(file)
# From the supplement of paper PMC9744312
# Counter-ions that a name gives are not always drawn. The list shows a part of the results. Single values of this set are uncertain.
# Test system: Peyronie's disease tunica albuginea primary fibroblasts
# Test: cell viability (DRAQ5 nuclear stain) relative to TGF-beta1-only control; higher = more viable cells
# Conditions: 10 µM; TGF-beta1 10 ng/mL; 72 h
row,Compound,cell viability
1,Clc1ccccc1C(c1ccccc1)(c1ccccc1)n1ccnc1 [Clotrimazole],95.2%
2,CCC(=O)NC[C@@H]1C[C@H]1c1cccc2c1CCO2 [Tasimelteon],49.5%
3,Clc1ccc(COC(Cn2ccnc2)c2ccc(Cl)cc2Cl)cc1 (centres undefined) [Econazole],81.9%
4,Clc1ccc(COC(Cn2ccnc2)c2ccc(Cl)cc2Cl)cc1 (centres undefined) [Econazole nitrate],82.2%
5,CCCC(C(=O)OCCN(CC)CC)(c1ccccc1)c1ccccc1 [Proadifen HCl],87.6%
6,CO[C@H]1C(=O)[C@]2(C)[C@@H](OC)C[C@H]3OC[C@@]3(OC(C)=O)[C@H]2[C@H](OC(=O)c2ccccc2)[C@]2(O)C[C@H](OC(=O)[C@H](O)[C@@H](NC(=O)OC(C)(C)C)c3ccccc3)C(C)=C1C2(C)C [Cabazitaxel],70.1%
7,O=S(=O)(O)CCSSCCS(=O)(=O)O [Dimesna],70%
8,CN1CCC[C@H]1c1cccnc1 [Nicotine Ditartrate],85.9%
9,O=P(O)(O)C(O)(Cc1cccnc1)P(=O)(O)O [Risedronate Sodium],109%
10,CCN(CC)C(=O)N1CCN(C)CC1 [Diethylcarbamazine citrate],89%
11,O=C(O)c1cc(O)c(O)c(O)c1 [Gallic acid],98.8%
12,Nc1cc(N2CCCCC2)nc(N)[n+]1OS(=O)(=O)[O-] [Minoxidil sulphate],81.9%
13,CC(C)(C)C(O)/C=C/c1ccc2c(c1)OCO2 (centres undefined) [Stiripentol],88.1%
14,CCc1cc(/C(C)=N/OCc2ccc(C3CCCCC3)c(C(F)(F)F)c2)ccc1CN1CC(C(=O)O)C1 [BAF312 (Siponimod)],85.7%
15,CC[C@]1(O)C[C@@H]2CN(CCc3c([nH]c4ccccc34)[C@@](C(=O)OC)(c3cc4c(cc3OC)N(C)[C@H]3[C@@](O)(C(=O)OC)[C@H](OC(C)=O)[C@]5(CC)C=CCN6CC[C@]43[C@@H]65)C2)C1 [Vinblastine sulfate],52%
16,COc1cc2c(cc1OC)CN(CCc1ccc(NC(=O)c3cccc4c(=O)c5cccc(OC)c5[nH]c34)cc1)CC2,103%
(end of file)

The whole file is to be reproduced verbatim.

# From the supplement of paper PMC9744312
# Counter-ions that a name gives are not always drawn. The list shows a part of the results. Single values of this set are uncertain.
# Test system: Peyronie's disease tunica albuginea primary fibroblasts
# Test: cell viability (DRAQ5 nuclear stain) relative to TGF-beta1-only control; higher = more viable cells
# Conditions: 10 µM; TGF-beta1 10 ng/mL; 72 h
row,Compound,cell viability
1,Clc1ccccc1C(c1ccccc1)(c1ccccc1)n1ccnc1 [Clotrimazole],95.2%
2,CCC(=O)NC[C@@H]1C[C@H]1c1cccc2c1CCO2 [Tasimelteon],49.5%
3,Clc1ccc(COC(Cn2ccnc2)c2ccc(Cl)cc2Cl)cc1 (centres undefined) [Econazole],81.9%
4,Clc1ccc(COC(Cn2ccnc2)c2ccc(Cl)cc2Cl)cc1 (centres undefined) [Econazole nitrate],82.2%
5,CCCC(C(=O)OCCN(CC)CC)(c1ccccc1)c1ccccc1 [Proadifen HCl],87.6%
6,CO[C@H]1C(=O)[C@]2(C)[C@@H](OC)C[C@H]3OC[C@@]3(OC(C)=O)[C@H]2[C@H](OC(=O)c2ccccc2)[C@]2(O)C[C@H](OC(=O)[C@H](O)[C@@H](NC(=O)OC(C)(C)C)c3ccccc3)C(C)=C1C2(C)C [Cabazitaxel],70.1%
7,O=S(=O)(O)CCSSCCS(=O)(=O)O [Dimesna],70%
8,CN1CCC[C@H]1c1cccnc1 [Nicotine Ditartrate],85.9%
9,O=P(O)(O)C(O)(Cc1cccnc1)P(=O)(O)O [Risedronate Sodium],109%
10,CCN(CC)C(=O)N1CCN(C)CC1 [Diethylcarbamazine citrate],89%
11,O=C(O)c1cc(O)c(O)c(O)c1 [Gallic acid],98.8%
12,Nc1cc(N2CCCCC2)nc(N)[n+]1OS(=O)(=O)[O-] [Minoxidil sulphate],81.9%
13,CC(C)(C)C(O)/C=C/c1ccc2c(c1)OCO2 (centres undefined) [Stiripentol],88.1%
14,CCc1cc(/C(C)=N/OCc2ccc(C3CCCCC3)c(C(F)(F)F)c2)ccc1CN1CC(C(=O)O)C1 [BAF312 (Siponimod)],85.7%
15,CC[C@]1(O)C[C@@H]2CN(CCc3c([nH]c4ccccc34)[C@@](C(=O)OC)(c3cc4c(cc3OC)N(C)[C@H]3[C@@](O)(C(=O)OC)[C@H](OC(C)=O)[C@]5(CC)C=CCN6CC[C@]43[C@@H]65)C2)C1 [Vinblastine sulfate],52%
16,COc1cc2c(cc1OC)CN(CCc1ccc(NC(=O)c3cccc4c(=O)c5cccc(OC)c5[nH]c34)cc1)CC2,103%